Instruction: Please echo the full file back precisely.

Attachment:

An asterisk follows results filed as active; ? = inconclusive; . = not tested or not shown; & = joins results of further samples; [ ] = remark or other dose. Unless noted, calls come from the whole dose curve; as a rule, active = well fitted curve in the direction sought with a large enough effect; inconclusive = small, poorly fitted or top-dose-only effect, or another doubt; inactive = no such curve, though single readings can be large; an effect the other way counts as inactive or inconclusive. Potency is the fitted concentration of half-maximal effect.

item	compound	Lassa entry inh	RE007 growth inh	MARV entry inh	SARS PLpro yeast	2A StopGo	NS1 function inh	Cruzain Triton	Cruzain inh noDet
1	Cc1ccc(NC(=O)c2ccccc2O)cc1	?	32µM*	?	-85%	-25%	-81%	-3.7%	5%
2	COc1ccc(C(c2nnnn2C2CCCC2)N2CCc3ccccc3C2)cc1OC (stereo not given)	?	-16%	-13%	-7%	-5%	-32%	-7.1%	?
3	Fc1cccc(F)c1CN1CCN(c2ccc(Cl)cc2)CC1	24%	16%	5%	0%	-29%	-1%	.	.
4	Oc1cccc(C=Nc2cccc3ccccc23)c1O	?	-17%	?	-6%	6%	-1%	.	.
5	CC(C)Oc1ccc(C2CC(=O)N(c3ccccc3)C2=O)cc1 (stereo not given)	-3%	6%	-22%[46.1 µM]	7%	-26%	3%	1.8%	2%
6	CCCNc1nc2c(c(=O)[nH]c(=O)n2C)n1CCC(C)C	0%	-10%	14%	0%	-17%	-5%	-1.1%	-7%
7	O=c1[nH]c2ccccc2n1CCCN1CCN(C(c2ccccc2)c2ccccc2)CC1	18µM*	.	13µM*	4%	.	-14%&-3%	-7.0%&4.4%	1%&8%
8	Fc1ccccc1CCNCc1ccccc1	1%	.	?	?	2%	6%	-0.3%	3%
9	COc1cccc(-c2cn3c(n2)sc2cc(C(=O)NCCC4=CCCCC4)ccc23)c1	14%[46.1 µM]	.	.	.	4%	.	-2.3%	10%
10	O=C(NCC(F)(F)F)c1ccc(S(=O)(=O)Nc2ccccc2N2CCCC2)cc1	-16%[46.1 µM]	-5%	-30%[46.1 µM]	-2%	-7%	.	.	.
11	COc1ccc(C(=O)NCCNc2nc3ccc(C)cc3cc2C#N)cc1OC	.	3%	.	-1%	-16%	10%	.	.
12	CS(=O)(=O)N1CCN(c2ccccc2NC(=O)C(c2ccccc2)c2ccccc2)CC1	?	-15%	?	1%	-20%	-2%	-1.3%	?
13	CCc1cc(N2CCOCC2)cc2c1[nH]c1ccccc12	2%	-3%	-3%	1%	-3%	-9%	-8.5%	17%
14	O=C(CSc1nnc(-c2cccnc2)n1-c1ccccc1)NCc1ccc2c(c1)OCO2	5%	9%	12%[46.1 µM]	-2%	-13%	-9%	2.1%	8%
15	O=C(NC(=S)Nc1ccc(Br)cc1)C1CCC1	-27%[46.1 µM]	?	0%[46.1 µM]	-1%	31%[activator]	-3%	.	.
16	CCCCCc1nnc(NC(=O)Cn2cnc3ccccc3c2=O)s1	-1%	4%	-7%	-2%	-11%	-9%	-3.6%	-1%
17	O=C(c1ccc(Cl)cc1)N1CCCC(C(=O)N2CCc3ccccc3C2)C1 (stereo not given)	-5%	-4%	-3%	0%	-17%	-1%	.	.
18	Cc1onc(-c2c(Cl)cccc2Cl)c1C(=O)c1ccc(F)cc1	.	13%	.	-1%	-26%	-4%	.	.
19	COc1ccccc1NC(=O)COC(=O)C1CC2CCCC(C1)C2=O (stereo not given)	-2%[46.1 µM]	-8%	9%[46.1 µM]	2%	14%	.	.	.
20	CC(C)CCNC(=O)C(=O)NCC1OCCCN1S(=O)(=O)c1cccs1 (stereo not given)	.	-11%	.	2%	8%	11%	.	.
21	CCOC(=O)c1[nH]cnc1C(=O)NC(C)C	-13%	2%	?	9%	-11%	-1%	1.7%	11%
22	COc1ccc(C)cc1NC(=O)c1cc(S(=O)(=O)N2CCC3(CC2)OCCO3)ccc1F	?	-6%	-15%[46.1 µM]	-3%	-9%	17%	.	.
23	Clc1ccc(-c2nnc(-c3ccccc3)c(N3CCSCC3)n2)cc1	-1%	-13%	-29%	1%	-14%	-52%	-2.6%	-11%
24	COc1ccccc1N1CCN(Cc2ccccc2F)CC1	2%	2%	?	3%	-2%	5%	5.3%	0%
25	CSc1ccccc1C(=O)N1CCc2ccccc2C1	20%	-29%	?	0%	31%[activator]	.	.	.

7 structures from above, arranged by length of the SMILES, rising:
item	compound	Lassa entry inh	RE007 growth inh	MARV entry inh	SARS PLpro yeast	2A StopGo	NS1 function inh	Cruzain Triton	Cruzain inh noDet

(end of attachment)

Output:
An asterisk follows results filed as active; ? = inconclusive; . = not tested or not shown; & = joins results of further samples; [ ] = remark or other dose. Unless noted, calls come from the whole dose curve; as a rule, active = well fitted curve in the direction sought with a large enough effect; inconclusive = small, poorly fitted or top-dose-only effect, or another doubt; inactive = no such curve, though single readings can be large; an effect the other way counts as inactive or inconclusive. Potency is the fitted concentration of half-maximal effect.

item	compound	Lassa entry inh	RE007 growth inh	MARV entry inh	SARS PLpro yeast	2A StopGo	NS1 function inh	Cruzain Triton	Cruzain inh noDet
1	Cc1ccc(NC(=O)c2ccccc2O)cc1	?	32µM*	?	-85%	-25%	-81%	-3.7%	5%
2	COc1ccc(C(c2nnnn2C2CCCC2)N2CCc3ccccc3C2)cc1OC (stereo not given)	?	-16%	-13%	-7%	-5%	-32%	-7.1%	?
3	Fc1cccc(F)c1CN1CCN(c2ccc(Cl)cc2)CC1	24%	16%	5%	0%	-29%	-1%	.	.
4	Oc1cccc(C=Nc2cccc3ccccc23)c1O	?	-17%	?	-6%	6%	-1%	.	.
5	CC(C)Oc1ccc(C2CC(=O)N(c3ccccc3)C2=O)cc1 (stereo not given)	-3%	6%	-22%[46.1 µM]	7%	-26%	3%	1.8%	2%
6	CCCNc1nc2c(c(=O)[nH]c(=O)n2C)n1CCC(C)C	0%	-10%	14%	0%	-17%	-5%	-1.1%	-7%
7	O=c1[nH]c2ccccc2n1CCCN1CCN(C(c2ccccc2)c2ccccc2)CC1	18µM*	.	13µM*	4%	.	-14%&-3%	-7.0%&4.4%	1%&8%
8	Fc1ccccc1CCNCc1ccccc1	1%	.	?	?	2%	6%	-0.3%	3%
9	COc1cccc(-c2cn3c(n2)sc2cc(C(=O)NCCC4=CCCCC4)ccc23)c1	14%[46.1 µM]	.	.	.	4%	.	-2.3%	10%
10	O=C(NCC(F)(F)F)c1ccc(S(=O)(=O)Nc2ccccc2N2CCCC2)cc1	-16%[46.1 µM]	-5%	-30%[46.1 µM]	-2%	-7%	.	.	.
11	COc1ccc(C(=O)NCCNc2nc3ccc(C)cc3cc2C#N)cc1OC	.	3%	.	-1%	-16%	10%	.	.
12	CS(=O)(=O)N1CCN(c2ccccc2NC(=O)C(c2ccccc2)c2ccccc2)CC1	?	-15%	?	1%	-20%	-2%	-1.3%	?
13	CCc1cc(N2CCOCC2)cc2c1[nH]c1ccccc12	2%	-3%	-3%	1%	-3%	-9%	-8.5%	17%
14	O=C(CSc1nnc(-c2cccnc2)n1-c1ccccc1)NCc1ccc2c(c1)OCO2	5%	9%	12%[46.1 µM]	-2%	-13%	-9%	2.1%	8%
15	O=C(NC(=S)Nc1ccc(Br)cc1)C1CCC1	-27%[46.1 µM]	?	0%[46.1 µM]	-1%	31%[activator]	-3%	.	.
16	CCCCCc1nnc(NC(=O)Cn2cnc3ccccc3c2=O)s1	-1%	4%	-7%	-2%	-11%	-9%	-3.6%	-1%
17	O=C(c1ccc(Cl)cc1)N1CCCC(C(=O)N2CCc3ccccc3C2)C1 (stereo not given)	-5%	-4%	-3%	0%	-17%	-1%	.	.
18	Cc1onc(-c2c(Cl)cccc2Cl)c1C(=O)c1ccc(F)cc1	.	13%	.	-1%	-26%	-4%	.	.
19	COc1ccccc1NC(=O)COC(=O)C1CC2CCCC(C1)C2=O (stereo not given)	-2%[46.1 µM]	-8%	9%[46.1 µM]	2%	14%	.	.	.
20	CC(C)CCNC(=O)C(=O)NCC1OCCCN1S(=O)(=O)c1cccs1 (stereo not given)	.	-11%	.	2%	8%	11%	.	.
21	CCOC(=O)c1[nH]cnc1C(=O)NC(C)C	-13%	2%	?	9%	-11%	-1%	1.7%	11%
22	COc1ccc(C)cc1NC(=O)c1cc(S(=O)(=O)N2CCC3(CC2)OCCO3)ccc1F	?	-6%	-15%[46.1 µM]	-3%	-9%	17%	.	.
23	Clc1ccc(-c2nnc(-c3ccccc3)c(N3CCSCC3)n2)cc1	-1%	-13%	-29%	1%	-14%	-52%	-2.6%	-11%
24	COc1ccccc1N1CCN(Cc2ccccc2F)CC1	2%	2%	?	3%	-2%	5%	5.3%	0%
25	CSc1ccccc1C(=O)N1CCc2ccccc2C1	20%	-29%	?	0%	31%[activator]	.	.	.

7 structures from above, arranged by length of the SMILES, rising:
item	compound	Lassa entry inh	RE007 growth inh	MARV entry inh	SARS PLpro yeast	2A StopGo	NS1 function inh	Cruzain Triton	Cruzain inh noDet